The NFL dominated on Thanksgiving night, with the Raiders and the Cowboys attracting over 38 million viewers. But since then, college football told the pros to hold their (non-alcoholic) beer.
Dominating the weekend was Michigan’s emotional thumping of Ohio State, a victory nine years in the making. But perhaps the most interesting and telling game was in Stillwater, Oklahoma where the annual “Bedlam” game between Oklahoma and Oklahoma State took place.
While the Cowboys were victorious, the result wasn’t as big as the news that dropped the next day.
Oklahoma Sooners head coach Lincoln Riley, who was rumored to be headed to LSU, suddenly flew west and agreed to become the new head coach of the USC Trojans.
This was the third big coaching vacancy in college football. The others were at Florida, where Louisiana coach Billy Napier was hired to replace Dan Mullens, and at LSU, where Ed Orgeron’s time with the Tigers is over.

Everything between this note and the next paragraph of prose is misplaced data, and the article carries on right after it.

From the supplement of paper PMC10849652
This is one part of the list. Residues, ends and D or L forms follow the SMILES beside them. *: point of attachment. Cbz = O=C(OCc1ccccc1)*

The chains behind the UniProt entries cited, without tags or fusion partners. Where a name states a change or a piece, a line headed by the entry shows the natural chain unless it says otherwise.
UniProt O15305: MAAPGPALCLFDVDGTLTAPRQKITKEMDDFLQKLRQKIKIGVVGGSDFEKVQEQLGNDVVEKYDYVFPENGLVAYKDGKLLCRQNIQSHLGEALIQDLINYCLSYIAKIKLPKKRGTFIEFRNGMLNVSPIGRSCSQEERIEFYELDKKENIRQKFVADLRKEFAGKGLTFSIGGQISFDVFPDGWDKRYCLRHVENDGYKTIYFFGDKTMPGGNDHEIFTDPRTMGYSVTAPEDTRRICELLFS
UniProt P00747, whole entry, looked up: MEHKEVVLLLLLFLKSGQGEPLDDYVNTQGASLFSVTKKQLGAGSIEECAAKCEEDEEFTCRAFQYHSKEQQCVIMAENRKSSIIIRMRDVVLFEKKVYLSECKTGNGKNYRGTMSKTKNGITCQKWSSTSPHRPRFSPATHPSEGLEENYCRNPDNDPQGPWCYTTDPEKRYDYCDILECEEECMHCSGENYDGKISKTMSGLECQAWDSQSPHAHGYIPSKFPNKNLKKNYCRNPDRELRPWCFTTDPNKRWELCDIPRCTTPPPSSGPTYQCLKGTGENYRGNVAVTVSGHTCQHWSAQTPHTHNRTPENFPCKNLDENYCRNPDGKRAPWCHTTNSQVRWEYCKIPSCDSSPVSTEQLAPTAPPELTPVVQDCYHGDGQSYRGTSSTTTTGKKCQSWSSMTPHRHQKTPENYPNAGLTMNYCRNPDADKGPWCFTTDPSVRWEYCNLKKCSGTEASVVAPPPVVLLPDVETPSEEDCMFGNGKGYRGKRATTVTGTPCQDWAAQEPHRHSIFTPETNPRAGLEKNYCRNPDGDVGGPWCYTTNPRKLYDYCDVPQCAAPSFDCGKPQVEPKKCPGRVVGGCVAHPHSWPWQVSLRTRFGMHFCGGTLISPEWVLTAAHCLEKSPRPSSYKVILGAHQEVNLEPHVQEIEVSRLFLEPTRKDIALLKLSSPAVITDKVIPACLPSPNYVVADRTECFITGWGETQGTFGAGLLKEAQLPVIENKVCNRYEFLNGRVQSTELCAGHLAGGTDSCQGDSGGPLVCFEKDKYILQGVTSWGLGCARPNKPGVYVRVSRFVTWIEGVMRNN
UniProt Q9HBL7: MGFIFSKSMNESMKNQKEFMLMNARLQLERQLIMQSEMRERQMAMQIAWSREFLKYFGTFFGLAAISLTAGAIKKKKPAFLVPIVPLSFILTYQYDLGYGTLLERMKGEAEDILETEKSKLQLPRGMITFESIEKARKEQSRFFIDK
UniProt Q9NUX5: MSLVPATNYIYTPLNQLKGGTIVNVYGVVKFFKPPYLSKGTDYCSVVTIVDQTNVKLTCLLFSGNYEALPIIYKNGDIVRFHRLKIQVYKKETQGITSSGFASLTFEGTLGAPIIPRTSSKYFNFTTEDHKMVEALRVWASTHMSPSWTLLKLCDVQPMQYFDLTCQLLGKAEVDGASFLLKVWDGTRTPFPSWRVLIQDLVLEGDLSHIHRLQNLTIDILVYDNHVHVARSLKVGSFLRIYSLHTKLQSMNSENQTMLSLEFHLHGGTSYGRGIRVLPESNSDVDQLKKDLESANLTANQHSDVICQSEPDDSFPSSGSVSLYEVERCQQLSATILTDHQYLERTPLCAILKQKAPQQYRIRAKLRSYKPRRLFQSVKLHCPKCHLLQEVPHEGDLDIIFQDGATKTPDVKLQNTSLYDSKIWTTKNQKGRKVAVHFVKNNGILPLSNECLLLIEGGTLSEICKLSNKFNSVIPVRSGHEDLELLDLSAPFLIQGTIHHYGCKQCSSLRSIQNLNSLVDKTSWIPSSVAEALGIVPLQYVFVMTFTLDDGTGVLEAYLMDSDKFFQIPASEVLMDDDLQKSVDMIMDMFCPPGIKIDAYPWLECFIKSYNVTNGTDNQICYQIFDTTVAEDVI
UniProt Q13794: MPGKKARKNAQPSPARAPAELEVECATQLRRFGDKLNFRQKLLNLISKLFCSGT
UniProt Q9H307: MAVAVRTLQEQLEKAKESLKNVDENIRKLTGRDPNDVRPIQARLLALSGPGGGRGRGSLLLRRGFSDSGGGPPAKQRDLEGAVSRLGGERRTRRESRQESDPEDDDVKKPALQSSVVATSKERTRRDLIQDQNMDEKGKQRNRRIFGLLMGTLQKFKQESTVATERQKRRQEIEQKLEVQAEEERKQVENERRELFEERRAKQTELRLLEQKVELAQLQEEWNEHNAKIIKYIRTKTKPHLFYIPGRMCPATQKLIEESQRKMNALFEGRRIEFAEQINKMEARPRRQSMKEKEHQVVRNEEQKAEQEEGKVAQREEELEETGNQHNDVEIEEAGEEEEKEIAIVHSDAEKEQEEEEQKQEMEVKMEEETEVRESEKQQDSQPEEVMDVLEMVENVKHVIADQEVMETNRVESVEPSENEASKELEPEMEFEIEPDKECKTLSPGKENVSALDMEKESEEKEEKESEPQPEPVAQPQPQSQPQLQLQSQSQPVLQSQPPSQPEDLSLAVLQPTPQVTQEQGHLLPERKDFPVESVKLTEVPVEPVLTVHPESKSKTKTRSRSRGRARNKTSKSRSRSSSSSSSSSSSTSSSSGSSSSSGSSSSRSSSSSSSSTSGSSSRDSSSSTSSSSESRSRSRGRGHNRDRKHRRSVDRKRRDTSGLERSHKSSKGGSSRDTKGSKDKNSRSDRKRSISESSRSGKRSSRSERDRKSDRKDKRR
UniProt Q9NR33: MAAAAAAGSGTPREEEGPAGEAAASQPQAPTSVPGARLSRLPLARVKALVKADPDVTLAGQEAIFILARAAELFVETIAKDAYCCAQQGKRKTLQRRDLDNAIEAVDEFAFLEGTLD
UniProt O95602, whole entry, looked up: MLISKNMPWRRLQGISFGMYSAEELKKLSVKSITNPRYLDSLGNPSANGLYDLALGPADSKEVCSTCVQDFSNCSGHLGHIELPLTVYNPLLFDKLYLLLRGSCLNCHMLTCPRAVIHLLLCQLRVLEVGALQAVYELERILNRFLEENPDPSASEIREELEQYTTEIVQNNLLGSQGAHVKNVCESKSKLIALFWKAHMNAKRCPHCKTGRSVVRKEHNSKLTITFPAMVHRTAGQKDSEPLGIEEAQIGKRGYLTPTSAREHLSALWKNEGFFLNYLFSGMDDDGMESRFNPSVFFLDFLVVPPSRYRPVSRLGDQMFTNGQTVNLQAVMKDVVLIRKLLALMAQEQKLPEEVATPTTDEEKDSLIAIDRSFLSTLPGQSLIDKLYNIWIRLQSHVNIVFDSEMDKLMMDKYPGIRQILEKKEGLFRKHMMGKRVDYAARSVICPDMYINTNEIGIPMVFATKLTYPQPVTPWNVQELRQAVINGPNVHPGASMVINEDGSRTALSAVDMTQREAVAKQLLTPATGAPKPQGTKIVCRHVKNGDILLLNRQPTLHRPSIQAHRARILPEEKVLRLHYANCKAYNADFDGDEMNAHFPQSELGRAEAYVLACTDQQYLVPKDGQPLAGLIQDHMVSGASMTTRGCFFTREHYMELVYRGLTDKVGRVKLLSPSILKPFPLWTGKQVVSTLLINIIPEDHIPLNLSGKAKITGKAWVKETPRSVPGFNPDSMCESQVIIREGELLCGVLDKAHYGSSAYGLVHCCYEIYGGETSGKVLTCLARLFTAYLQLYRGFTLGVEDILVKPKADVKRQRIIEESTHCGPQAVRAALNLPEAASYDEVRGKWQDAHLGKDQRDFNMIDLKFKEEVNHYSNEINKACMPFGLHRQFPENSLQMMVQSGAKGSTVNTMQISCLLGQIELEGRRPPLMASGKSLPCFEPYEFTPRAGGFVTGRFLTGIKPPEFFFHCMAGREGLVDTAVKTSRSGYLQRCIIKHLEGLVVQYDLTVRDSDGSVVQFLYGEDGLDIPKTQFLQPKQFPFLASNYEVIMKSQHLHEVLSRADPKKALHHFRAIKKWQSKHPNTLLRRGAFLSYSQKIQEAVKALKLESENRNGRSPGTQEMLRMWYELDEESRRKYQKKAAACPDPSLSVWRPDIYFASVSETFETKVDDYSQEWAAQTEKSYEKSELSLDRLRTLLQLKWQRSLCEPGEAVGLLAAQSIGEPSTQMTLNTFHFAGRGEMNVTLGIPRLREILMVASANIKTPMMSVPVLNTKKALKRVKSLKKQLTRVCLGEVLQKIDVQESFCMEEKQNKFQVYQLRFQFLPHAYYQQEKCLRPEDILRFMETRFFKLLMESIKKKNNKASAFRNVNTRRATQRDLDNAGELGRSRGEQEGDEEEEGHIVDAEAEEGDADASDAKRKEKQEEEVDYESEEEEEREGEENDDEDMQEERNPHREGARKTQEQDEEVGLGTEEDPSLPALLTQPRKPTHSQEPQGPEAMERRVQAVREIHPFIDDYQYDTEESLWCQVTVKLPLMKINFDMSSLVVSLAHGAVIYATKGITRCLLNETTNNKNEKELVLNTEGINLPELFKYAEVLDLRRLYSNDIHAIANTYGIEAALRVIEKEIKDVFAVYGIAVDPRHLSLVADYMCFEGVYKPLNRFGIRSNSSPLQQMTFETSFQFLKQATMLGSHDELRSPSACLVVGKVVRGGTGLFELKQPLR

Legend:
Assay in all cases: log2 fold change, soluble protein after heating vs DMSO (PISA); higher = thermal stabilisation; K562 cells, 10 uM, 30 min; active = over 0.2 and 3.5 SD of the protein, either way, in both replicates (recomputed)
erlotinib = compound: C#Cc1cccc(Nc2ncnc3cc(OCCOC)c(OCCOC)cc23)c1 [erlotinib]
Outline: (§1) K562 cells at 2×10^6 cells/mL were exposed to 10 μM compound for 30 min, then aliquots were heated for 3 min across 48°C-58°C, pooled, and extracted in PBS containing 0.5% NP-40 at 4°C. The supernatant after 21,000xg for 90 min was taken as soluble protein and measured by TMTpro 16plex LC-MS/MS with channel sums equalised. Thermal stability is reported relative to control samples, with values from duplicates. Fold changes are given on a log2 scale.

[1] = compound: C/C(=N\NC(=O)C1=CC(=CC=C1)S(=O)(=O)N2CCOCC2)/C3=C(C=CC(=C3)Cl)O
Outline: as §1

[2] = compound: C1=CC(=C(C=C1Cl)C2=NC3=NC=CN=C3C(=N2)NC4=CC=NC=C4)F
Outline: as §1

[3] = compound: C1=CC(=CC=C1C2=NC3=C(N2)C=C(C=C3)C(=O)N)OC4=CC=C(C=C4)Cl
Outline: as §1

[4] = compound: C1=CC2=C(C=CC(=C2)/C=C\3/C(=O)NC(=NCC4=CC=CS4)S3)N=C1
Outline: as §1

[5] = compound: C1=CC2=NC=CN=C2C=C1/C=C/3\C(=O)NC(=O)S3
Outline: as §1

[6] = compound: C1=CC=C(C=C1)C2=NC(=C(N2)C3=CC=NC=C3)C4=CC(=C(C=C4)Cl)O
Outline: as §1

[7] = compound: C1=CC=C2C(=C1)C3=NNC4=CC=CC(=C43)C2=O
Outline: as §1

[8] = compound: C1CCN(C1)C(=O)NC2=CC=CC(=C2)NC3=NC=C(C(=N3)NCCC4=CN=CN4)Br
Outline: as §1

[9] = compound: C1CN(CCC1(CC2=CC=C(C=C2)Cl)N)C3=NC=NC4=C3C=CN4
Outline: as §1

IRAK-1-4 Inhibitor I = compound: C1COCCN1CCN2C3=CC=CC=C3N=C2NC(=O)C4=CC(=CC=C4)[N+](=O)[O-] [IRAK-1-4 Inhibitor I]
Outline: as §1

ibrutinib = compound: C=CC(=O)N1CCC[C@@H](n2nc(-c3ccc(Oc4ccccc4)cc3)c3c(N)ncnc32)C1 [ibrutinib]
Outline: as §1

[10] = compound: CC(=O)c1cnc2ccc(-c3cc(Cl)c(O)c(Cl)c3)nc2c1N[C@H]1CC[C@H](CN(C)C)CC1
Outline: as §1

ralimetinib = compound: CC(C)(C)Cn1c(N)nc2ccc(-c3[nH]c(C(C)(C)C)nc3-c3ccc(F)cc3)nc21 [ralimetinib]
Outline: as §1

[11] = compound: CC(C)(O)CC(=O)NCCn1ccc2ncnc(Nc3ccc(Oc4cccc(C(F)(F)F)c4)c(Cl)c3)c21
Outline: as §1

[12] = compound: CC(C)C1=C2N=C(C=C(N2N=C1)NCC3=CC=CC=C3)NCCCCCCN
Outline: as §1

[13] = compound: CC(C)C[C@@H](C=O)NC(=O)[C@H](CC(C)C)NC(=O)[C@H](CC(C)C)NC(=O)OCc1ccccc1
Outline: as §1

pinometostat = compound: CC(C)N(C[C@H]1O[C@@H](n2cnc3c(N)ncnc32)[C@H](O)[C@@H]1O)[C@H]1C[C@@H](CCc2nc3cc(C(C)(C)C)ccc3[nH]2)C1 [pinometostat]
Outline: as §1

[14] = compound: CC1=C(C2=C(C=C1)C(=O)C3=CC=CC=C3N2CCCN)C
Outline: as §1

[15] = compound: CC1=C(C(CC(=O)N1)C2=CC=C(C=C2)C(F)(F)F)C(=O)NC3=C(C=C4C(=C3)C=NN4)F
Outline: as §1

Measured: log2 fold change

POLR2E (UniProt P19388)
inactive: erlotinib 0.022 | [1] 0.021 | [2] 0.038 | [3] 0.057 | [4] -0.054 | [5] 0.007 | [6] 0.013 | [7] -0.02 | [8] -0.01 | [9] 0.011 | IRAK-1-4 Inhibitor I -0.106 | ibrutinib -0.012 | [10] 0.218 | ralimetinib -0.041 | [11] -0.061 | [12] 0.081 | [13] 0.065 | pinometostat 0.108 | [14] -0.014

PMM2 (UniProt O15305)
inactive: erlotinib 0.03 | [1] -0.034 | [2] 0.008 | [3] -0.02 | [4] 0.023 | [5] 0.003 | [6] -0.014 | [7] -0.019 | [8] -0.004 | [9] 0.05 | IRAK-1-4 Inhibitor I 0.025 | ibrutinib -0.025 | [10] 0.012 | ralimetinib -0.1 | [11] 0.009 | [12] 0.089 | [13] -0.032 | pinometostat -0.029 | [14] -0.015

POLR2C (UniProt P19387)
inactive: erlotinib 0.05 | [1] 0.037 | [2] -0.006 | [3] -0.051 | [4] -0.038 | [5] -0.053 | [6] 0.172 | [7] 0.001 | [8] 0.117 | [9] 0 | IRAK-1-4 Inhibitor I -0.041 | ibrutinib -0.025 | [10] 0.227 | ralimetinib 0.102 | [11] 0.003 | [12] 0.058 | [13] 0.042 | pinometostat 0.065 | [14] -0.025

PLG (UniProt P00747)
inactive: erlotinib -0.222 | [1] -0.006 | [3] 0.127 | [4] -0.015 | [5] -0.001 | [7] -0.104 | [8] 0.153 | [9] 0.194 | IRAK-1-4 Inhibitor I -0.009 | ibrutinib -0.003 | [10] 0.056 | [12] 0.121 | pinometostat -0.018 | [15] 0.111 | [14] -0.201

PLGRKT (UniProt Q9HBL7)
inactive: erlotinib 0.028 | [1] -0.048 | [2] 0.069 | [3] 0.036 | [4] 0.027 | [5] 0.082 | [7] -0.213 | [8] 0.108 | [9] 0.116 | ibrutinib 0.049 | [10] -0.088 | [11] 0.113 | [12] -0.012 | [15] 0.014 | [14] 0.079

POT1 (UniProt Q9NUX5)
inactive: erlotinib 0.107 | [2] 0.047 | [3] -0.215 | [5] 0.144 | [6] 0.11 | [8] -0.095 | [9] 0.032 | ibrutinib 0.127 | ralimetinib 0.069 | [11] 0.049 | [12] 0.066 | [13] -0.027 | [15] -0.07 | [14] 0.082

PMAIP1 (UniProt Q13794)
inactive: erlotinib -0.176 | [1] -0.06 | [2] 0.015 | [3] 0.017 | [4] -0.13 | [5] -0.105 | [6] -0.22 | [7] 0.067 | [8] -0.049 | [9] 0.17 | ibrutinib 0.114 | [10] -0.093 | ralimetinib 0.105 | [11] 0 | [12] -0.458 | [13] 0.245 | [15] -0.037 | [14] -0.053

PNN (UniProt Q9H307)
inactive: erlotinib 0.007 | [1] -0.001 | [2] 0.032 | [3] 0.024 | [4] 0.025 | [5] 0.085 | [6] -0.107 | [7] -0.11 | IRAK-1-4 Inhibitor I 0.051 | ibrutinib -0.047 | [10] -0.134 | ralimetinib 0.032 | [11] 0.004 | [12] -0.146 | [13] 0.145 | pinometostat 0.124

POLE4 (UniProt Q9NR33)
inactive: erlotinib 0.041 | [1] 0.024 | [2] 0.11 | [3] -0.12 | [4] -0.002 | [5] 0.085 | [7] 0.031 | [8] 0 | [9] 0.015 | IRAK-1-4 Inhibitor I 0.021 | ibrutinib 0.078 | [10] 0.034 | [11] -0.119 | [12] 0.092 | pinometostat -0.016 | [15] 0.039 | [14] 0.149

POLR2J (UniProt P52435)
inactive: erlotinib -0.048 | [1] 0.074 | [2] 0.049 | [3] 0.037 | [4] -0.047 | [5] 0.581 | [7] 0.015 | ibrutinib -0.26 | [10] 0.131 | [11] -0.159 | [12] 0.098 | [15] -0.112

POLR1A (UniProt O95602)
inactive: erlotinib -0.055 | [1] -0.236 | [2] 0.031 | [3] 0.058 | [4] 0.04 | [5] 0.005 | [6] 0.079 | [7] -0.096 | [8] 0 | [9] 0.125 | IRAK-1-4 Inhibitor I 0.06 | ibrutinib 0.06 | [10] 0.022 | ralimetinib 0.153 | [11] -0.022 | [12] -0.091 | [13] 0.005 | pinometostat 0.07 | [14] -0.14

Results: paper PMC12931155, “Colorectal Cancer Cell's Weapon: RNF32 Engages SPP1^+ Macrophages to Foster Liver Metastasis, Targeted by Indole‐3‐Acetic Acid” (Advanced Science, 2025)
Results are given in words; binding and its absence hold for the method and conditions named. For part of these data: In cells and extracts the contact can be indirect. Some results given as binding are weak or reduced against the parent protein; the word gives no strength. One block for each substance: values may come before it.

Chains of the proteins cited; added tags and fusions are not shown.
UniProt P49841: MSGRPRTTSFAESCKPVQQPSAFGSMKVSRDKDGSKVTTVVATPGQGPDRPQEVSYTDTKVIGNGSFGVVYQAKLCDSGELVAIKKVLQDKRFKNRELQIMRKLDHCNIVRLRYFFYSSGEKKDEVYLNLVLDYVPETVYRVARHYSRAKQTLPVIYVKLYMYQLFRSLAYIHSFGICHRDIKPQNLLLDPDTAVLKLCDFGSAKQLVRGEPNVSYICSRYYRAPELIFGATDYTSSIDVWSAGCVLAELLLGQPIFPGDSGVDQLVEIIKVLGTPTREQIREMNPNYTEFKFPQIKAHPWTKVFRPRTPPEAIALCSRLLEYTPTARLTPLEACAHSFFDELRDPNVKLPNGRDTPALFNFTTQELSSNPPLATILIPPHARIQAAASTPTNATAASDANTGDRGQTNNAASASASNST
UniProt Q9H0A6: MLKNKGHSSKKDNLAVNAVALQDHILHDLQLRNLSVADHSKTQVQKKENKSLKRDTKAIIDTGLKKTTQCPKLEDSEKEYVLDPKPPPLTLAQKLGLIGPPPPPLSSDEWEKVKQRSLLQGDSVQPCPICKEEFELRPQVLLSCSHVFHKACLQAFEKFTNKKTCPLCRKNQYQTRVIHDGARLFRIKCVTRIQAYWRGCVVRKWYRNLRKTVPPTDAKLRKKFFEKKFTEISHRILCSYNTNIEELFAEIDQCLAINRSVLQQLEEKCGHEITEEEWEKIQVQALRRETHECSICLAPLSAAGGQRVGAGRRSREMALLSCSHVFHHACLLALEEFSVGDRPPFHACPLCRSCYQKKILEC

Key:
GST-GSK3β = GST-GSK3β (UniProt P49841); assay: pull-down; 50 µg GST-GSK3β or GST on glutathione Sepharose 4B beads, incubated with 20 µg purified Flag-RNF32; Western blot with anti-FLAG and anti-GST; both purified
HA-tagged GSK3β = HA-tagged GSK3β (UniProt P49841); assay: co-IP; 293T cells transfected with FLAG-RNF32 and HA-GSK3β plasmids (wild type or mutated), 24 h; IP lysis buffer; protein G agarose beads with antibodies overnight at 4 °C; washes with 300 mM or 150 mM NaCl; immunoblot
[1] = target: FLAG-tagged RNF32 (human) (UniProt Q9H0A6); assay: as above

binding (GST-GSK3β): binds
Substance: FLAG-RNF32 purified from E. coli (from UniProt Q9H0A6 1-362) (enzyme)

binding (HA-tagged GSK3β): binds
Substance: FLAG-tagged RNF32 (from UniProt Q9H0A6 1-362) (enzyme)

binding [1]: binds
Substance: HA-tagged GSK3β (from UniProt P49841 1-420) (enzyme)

Late Monday night, one void was filled and another emerged, this time at Notre Dame as Brian Kelly, the winningest coach in Irish history, agreed to a 10-year, $100 million+ deal with LSU.
But in the flurry of coaching moves, an important question has emerged that has yet to be addressed.
Where are the Black coaches?
Here We Go Again
At the start of the year, the NFL set an embarrassing mark.
Despite having seven head coaching vacancies, only one Black coach, David Culley, was hired. The other coach of color hired was Robert Saleh of the Jets, who is the first Muslim-American head coach in NFL history.
Now it appears college football is adopting the NFL’s hiring playbook.
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